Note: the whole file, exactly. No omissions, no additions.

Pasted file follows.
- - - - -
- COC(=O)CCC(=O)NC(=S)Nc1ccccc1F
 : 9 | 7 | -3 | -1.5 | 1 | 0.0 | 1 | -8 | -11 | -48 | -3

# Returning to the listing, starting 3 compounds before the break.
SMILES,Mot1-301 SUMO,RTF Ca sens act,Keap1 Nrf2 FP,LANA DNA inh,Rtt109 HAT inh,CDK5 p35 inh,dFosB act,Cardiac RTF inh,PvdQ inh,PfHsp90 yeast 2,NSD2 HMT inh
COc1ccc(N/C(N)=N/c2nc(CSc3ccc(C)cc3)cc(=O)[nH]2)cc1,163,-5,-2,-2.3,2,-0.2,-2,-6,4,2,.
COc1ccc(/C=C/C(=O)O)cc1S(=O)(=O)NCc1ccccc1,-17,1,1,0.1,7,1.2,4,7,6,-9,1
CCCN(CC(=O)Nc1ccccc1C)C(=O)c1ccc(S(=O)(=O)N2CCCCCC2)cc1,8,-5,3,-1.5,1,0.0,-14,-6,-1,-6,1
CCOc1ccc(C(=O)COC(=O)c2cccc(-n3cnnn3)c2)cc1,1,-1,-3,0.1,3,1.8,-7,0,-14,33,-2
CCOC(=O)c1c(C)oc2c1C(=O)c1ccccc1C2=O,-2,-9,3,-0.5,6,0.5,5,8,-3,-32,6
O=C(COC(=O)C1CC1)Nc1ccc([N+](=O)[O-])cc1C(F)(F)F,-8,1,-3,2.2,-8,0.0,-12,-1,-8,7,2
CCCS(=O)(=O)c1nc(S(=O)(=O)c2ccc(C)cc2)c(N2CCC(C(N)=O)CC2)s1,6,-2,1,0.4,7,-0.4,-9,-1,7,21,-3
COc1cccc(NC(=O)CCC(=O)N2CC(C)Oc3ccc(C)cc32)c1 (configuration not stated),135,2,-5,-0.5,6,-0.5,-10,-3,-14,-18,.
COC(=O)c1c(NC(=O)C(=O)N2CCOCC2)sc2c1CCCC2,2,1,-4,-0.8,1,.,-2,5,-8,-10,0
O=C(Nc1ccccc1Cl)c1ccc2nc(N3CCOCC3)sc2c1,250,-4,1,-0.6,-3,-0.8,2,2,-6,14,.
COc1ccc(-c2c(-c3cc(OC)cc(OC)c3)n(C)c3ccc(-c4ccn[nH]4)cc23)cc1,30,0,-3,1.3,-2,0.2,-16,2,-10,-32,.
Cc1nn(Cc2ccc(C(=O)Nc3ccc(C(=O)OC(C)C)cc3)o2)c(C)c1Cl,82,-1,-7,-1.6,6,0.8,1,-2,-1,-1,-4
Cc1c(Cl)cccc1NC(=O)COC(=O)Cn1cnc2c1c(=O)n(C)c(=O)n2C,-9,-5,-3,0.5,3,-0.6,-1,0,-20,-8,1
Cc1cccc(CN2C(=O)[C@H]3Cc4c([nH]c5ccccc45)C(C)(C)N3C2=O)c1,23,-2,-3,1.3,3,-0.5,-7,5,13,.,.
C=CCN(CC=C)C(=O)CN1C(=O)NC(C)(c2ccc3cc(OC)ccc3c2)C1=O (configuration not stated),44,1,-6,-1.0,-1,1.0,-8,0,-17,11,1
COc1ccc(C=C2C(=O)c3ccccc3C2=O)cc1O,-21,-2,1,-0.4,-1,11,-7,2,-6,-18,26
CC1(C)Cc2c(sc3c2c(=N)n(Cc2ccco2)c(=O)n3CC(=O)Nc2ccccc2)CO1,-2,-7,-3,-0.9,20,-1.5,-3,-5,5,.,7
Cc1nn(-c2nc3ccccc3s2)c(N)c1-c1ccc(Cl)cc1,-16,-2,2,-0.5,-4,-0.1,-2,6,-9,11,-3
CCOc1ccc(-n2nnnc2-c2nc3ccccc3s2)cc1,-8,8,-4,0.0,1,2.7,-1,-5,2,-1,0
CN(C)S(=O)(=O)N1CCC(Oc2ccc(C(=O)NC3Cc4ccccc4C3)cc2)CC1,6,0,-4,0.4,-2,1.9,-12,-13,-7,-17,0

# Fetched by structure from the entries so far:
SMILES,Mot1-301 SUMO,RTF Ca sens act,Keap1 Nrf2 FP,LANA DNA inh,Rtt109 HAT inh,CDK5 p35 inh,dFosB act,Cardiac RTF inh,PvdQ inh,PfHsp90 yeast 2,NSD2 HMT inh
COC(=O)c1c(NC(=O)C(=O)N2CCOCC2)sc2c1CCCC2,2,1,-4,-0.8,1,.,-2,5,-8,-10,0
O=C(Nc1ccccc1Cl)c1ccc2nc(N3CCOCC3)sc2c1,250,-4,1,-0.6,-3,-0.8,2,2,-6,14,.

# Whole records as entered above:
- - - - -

- COC(=O)CCC(=O)NC(=S)Nc1ccccc1F
 : 9 | 7 | -3 | -1.5 | 1 | 0.0 | 1 | -8 | -11 | -48 | -3

# Returning to the listing, starting 3 compounds before the break.
SMILES,Mot1-301 SUMO,RTF Ca sens act,Keap1 Nrf2 FP,LANA DNA inh,Rtt109 HAT inh,CDK5 p35 inh,dFosB act,Cardiac RTF inh,PvdQ inh,PfHsp90 yeast 2,NSD2 HMT inh
COc1ccc(N/C(N)=N/c2nc(CSc3ccc(C)cc3)cc(=O)[nH]2)cc1,163,-5,-2,-2.3,2,-0.2,-2,-6,4,2,.
COc1ccc(/C=C/C(=O)O)cc1S(=O)(=O)NCc1ccccc1,-17,1,1,0.1,7,1.2,4,7,6,-9,1
CCCN(CC(=O)Nc1ccccc1C)C(=O)c1ccc(S(=O)(=O)N2CCCCCC2)cc1,8,-5,3,-1.5,1,0.0,-14,-6,-1,-6,1
CCOc1ccc(C(=O)COC(=O)c2cccc(-n3cnnn3)c2)cc1,1,-1,-3,0.1,3,1.8,-7,0,-14,33,-2
CCOC(=O)c1c(C)oc2c1C(=O)c1ccccc1C2=O,-2,-9,3,-0.5,6,0.5,5,8,-3,-32,6
O=C(COC(=O)C1CC1)Nc1ccc([N+](=O)[O-])cc1C(F)(F)F,-8,1,-3,2.2,-8,0.0,-12,-1,-8,7,2
CCCS(=O)(=O)c1nc(S(=O)(=O)c2ccc(C)cc2)c(N2CCC(C(N)=O)CC2)s1,6,-2,1,0.4,7,-0.4,-9,-1,7,21,-3
COc1cccc(NC(=O)CCC(=O)N2CC(C)Oc3ccc(C)cc32)c1 (configuration not stated),135,2,-5,-0.5,6,-0.5,-10,-3,-14,-18,.
COC(=O)c1c(NC(=O)C(=O)N2CCOCC2)sc2c1CCCC2,2,1,-4,-0.8,1,.,-2,5,-8,-10,0
O=C(Nc1ccccc1Cl)c1ccc2nc(N3CCOCC3)sc2c1,250,-4,1,-0.6,-3,-0.8,2,2,-6,14,.
COc1ccc(-c2c(-c3cc(OC)cc(OC)c3)n(C)c3ccc(-c4ccn[nH]4)cc23)cc1,30,0,-3,1.3,-2,0.2,-16,2,-10,-32,.
Cc1nn(Cc2ccc(C(=O)Nc3ccc(C(=O)OC(C)C)cc3)o2)c(C)c1Cl,82,-1,-7,-1.6,6,0.8,1,-2,-1,-1,-4
Cc1c(Cl)cccc1NC(=O)COC(=O)Cn1cnc2c1c(=O)n(C)c(=O)n2C,-9,-5,-3,0.5,3,-0.6,-1,0,-20,-8,1
Cc1cccc(CN2C(=O)[C@H]3Cc4c([nH]c5ccccc45)C(C)(C)N3C2=O)c1,23,-2,-3,1.3,3,-0.5,-7,5,13,.,.
C=CCN(CC=C)C(=O)CN1C(=O)NC(C)(c2ccc3cc(OC)ccc3c2)C1=O (configuration not stated),44,1,-6,-1.0,-1,1.0,-8,0,-17,11,1
COc1ccc(C=C2C(=O)c3ccccc3C2=O)cc1O,-21,-2,1,-0.4,-1,11,-7,2,-6,-18,26
CC1(C)Cc2c(sc3c2c(=N)n(Cc2ccco2)c(=O)n3CC(=O)Nc2ccccc2)CO1,-2,-7,-3,-0.9,20,-1.5,-3,-5,5,.,7
Cc1nn(-c2nc3ccccc3s2)c(N)c1-c1ccc(Cl)cc1,-16,-2,2,-0.5,-4,-0.1,-2,6,-9,11,-3
CCOc1ccc(-n2nnnc2-c2nc3ccccc3s2)cc1,-8,8,-4,0.0,1,2.7,-1,-5,2,-1,0
CN(C)S(=O)(=O)N1CCC(Oc2ccc(C(=O)NC3Cc4ccccc4C3)cc2)CC1,6,0,-4,0.4,-2,1.9,-12,-13,-7,-17,0

# Fetched by structure from the entries so far:
SMILES,Mot1-301 SUMO,RTF Ca sens act,Keap1 Nrf2 FP,LANA DNA inh,Rtt109 HAT inh,CDK5 p35 inh,dFosB act,Cardiac RTF inh,PvdQ inh,PfHsp90 yeast 2,NSD2 HMT inh
COC(=O)c1c(NC(=O)C(=O)N2CCOCC2)sc2c1CCCC2,2,1,-4,-0.8,1,.,-2,5,-8,-10,0
O=C(Nc1ccccc1Cl)c1ccc2nc(N3CCOCC3)sc2c1,250,-4,1,-0.6,-3,-0.8,2,2,-6,14,.

# Whole records as entered above: